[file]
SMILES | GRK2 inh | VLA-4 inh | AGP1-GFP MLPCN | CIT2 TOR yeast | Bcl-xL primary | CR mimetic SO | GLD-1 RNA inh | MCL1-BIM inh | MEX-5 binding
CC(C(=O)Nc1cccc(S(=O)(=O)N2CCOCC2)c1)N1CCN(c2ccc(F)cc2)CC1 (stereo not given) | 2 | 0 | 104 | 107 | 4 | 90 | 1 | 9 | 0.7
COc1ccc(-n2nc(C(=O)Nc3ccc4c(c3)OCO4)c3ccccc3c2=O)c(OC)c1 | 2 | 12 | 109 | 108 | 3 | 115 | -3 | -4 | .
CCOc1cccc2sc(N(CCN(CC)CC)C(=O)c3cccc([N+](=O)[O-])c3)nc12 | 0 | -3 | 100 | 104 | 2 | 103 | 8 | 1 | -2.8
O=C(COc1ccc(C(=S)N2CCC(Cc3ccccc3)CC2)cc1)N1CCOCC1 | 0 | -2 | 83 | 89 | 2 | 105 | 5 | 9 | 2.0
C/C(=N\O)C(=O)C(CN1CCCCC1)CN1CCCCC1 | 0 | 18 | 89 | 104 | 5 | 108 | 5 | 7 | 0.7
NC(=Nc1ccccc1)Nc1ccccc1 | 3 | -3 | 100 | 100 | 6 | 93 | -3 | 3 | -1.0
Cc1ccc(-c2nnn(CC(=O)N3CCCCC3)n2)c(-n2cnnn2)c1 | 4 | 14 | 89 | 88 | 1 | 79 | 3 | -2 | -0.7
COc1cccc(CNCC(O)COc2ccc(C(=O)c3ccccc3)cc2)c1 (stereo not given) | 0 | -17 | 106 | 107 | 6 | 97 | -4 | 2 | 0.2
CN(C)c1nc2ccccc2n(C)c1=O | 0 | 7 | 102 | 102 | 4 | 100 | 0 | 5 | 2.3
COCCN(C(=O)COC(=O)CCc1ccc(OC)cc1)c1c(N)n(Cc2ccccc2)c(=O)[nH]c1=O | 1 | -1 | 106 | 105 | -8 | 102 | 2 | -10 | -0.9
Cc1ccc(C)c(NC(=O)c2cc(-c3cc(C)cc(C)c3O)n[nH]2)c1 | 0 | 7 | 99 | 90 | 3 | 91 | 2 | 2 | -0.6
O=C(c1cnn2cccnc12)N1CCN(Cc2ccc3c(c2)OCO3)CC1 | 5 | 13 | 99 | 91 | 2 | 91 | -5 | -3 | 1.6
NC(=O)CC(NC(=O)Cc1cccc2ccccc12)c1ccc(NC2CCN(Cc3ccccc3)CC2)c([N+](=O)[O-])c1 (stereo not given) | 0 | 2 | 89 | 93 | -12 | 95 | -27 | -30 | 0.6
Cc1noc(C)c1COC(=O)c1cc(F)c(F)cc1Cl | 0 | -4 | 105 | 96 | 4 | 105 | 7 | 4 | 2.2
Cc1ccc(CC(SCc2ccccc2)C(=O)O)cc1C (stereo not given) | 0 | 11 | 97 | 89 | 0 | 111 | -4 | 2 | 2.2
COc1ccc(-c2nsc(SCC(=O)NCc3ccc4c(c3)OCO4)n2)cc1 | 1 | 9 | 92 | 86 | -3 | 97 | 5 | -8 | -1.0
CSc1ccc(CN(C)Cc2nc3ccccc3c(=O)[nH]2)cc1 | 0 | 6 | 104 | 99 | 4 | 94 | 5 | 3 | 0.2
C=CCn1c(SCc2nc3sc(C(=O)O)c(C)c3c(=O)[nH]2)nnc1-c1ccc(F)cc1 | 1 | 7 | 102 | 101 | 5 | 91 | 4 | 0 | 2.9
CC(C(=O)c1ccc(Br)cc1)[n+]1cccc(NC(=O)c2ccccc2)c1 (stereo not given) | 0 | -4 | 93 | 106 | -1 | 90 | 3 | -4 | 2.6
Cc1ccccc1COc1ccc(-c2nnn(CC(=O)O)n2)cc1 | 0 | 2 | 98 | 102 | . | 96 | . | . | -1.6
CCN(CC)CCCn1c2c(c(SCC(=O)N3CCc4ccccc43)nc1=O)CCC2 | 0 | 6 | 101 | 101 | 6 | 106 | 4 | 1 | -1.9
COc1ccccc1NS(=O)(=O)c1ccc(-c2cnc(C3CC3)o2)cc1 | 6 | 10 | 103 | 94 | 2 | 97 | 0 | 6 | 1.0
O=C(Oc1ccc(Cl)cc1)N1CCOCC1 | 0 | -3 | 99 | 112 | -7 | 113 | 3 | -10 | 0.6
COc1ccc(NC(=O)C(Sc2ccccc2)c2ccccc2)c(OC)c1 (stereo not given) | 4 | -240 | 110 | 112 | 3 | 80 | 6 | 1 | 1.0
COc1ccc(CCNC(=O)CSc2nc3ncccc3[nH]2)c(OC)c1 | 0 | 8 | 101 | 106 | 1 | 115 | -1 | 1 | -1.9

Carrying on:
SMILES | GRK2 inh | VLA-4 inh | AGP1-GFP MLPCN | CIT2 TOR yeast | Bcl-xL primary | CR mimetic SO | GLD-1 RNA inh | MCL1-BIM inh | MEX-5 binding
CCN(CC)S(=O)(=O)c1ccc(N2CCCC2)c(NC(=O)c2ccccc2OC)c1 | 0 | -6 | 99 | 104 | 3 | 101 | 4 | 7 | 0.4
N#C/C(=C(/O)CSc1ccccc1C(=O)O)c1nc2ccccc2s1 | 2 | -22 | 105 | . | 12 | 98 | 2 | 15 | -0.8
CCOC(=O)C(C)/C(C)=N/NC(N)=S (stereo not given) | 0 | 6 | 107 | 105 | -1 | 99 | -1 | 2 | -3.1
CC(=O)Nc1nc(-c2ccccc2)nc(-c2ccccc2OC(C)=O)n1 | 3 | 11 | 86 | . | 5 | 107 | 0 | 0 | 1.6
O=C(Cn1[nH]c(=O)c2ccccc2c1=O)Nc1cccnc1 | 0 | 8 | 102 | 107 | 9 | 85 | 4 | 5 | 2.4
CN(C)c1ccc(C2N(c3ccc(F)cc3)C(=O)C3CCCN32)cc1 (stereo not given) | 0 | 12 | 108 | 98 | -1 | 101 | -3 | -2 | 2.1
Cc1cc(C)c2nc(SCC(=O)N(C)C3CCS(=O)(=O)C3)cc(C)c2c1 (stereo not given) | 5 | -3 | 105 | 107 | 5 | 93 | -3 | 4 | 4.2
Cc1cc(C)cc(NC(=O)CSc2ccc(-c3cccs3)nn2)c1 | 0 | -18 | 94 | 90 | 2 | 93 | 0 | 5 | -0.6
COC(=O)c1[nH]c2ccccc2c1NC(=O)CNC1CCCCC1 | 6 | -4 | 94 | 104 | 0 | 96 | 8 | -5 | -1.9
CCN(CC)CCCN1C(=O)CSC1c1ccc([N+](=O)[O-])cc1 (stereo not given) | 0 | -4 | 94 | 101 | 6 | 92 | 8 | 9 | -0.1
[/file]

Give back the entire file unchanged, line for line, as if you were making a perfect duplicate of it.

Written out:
SMILES | GRK2 inh | VLA-4 inh | AGP1-GFP MLPCN | CIT2 TOR yeast | Bcl-xL primary | CR mimetic SO | GLD-1 RNA inh | MCL1-BIM inh | MEX-5 binding
CC(C(=O)Nc1cccc(S(=O)(=O)N2CCOCC2)c1)N1CCN(c2ccc(F)cc2)CC1 (stereo not given) | 2 | 0 | 104 | 107 | 4 | 90 | 1 | 9 | 0.7
COc1ccc(-n2nc(C(=O)Nc3ccc4c(c3)OCO4)c3ccccc3c2=O)c(OC)c1 | 2 | 12 | 109 | 108 | 3 | 115 | -3 | -4 | .
CCOc1cccc2sc(N(CCN(CC)CC)C(=O)c3cccc([N+](=O)[O-])c3)nc12 | 0 | -3 | 100 | 104 | 2 | 103 | 8 | 1 | -2.8
O=C(COc1ccc(C(=S)N2CCC(Cc3ccccc3)CC2)cc1)N1CCOCC1 | 0 | -2 | 83 | 89 | 2 | 105 | 5 | 9 | 2.0
C/C(=N\O)C(=O)C(CN1CCCCC1)CN1CCCCC1 | 0 | 18 | 89 | 104 | 5 | 108 | 5 | 7 | 0.7
NC(=Nc1ccccc1)Nc1ccccc1 | 3 | -3 | 100 | 100 | 6 | 93 | -3 | 3 | -1.0
Cc1ccc(-c2nnn(CC(=O)N3CCCCC3)n2)c(-n2cnnn2)c1 | 4 | 14 | 89 | 88 | 1 | 79 | 3 | -2 | -0.7
COc1cccc(CNCC(O)COc2ccc(C(=O)c3ccccc3)cc2)c1 (stereo not given) | 0 | -17 | 106 | 107 | 6 | 97 | -4 | 2 | 0.2
CN(C)c1nc2ccccc2n(C)c1=O | 0 | 7 | 102 | 102 | 4 | 100 | 0 | 5 | 2.3
COCCN(C(=O)COC(=O)CCc1ccc(OC)cc1)c1c(N)n(Cc2ccccc2)c(=O)[nH]c1=O | 1 | -1 | 106 | 105 | -8 | 102 | 2 | -10 | -0.9
Cc1ccc(C)c(NC(=O)c2cc(-c3cc(C)cc(C)c3O)n[nH]2)c1 | 0 | 7 | 99 | 90 | 3 | 91 | 2 | 2 | -0.6
O=C(c1cnn2cccnc12)N1CCN(Cc2ccc3c(c2)OCO3)CC1 | 5 | 13 | 99 | 91 | 2 | 91 | -5 | -3 | 1.6
NC(=O)CC(NC(=O)Cc1cccc2ccccc12)c1ccc(NC2CCN(Cc3ccccc3)CC2)c([N+](=O)[O-])c1 (stereo not given) | 0 | 2 | 89 | 93 | -12 | 95 | -27 | -30 | 0.6
Cc1noc(C)c1COC(=O)c1cc(F)c(F)cc1Cl | 0 | -4 | 105 | 96 | 4 | 105 | 7 | 4 | 2.2
Cc1ccc(CC(SCc2ccccc2)C(=O)O)cc1C (stereo not given) | 0 | 11 | 97 | 89 | 0 | 111 | -4 | 2 | 2.2
COc1ccc(-c2nsc(SCC(=O)NCc3ccc4c(c3)OCO4)n2)cc1 | 1 | 9 | 92 | 86 | -3 | 97 | 5 | -8 | -1.0
CSc1ccc(CN(C)Cc2nc3ccccc3c(=O)[nH]2)cc1 | 0 | 6 | 104 | 99 | 4 | 94 | 5 | 3 | 0.2
C=CCn1c(SCc2nc3sc(C(=O)O)c(C)c3c(=O)[nH]2)nnc1-c1ccc(F)cc1 | 1 | 7 | 102 | 101 | 5 | 91 | 4 | 0 | 2.9
CC(C(=O)c1ccc(Br)cc1)[n+]1cccc(NC(=O)c2ccccc2)c1 (stereo not given) | 0 | -4 | 93 | 106 | -1 | 90 | 3 | -4 | 2.6
Cc1ccccc1COc1ccc(-c2nnn(CC(=O)O)n2)cc1 | 0 | 2 | 98 | 102 | . | 96 | . | . | -1.6
CCN(CC)CCCn1c2c(c(SCC(=O)N3CCc4ccccc43)nc1=O)CCC2 | 0 | 6 | 101 | 101 | 6 | 106 | 4 | 1 | -1.9
COc1ccccc1NS(=O)(=O)c1ccc(-c2cnc(C3CC3)o2)cc1 | 6 | 10 | 103 | 94 | 2 | 97 | 0 | 6 | 1.0
O=C(Oc1ccc(Cl)cc1)N1CCOCC1 | 0 | -3 | 99 | 112 | -7 | 113 | 3 | -10 | 0.6
COc1ccc(NC(=O)C(Sc2ccccc2)c2ccccc2)c(OC)c1 (stereo not given) | 4 | -240 | 110 | 112 | 3 | 80 | 6 | 1 | 1.0
COc1ccc(CCNC(=O)CSc2nc3ncccc3[nH]2)c(OC)c1 | 0 | 8 | 101 | 106 | 1 | 115 | -1 | 1 | -1.9

Carrying on:
SMILES | GRK2 inh | VLA-4 inh | AGP1-GFP MLPCN | CIT2 TOR yeast | Bcl-xL primary | CR mimetic SO | GLD-1 RNA inh | MCL1-BIM inh | MEX-5 binding
CCN(CC)S(=O)(=O)c1ccc(N2CCCC2)c(NC(=O)c2ccccc2OC)c1 | 0 | -6 | 99 | 104 | 3 | 101 | 4 | 7 | 0.4
N#C/C(=C(/O)CSc1ccccc1C(=O)O)c1nc2ccccc2s1 | 2 | -22 | 105 | . | 12 | 98 | 2 | 15 | -0.8
CCOC(=O)C(C)/C(C)=N/NC(N)=S (stereo not given) | 0 | 6 | 107 | 105 | -1 | 99 | -1 | 2 | -3.1
CC(=O)Nc1nc(-c2ccccc2)nc(-c2ccccc2OC(C)=O)n1 | 3 | 11 | 86 | . | 5 | 107 | 0 | 0 | 1.6
O=C(Cn1[nH]c(=O)c2ccccc2c1=O)Nc1cccnc1 | 0 | 8 | 102 | 107 | 9 | 85 | 4 | 5 | 2.4
CN(C)c1ccc(C2N(c3ccc(F)cc3)C(=O)C3CCCN32)cc1 (stereo not given) | 0 | 12 | 108 | 98 | -1 | 101 | -3 | -2 | 2.1
Cc1cc(C)c2nc(SCC(=O)N(C)C3CCS(=O)(=O)C3)cc(C)c2c1 (stereo not given) | 5 | -3 | 105 | 107 | 5 | 93 | -3 | 4 | 4.2
Cc1cc(C)cc(NC(=O)CSc2ccc(-c3cccs3)nn2)c1 | 0 | -18 | 94 | 90 | 2 | 93 | 0 | 5 | -0.6
COC(=O)c1[nH]c2ccccc2c1NC(=O)CNC1CCCCC1 | 6 | -4 | 94 | 104 | 0 | 96 | 8 | -5 | -1.9
CCN(CC)CCCN1C(=O)CSC1c1ccc([N+](=O)[O-])cc1 (stereo not given) | 0 | -4 | 94 | 101 | 6 | 92 | 8 | 9 | -0.1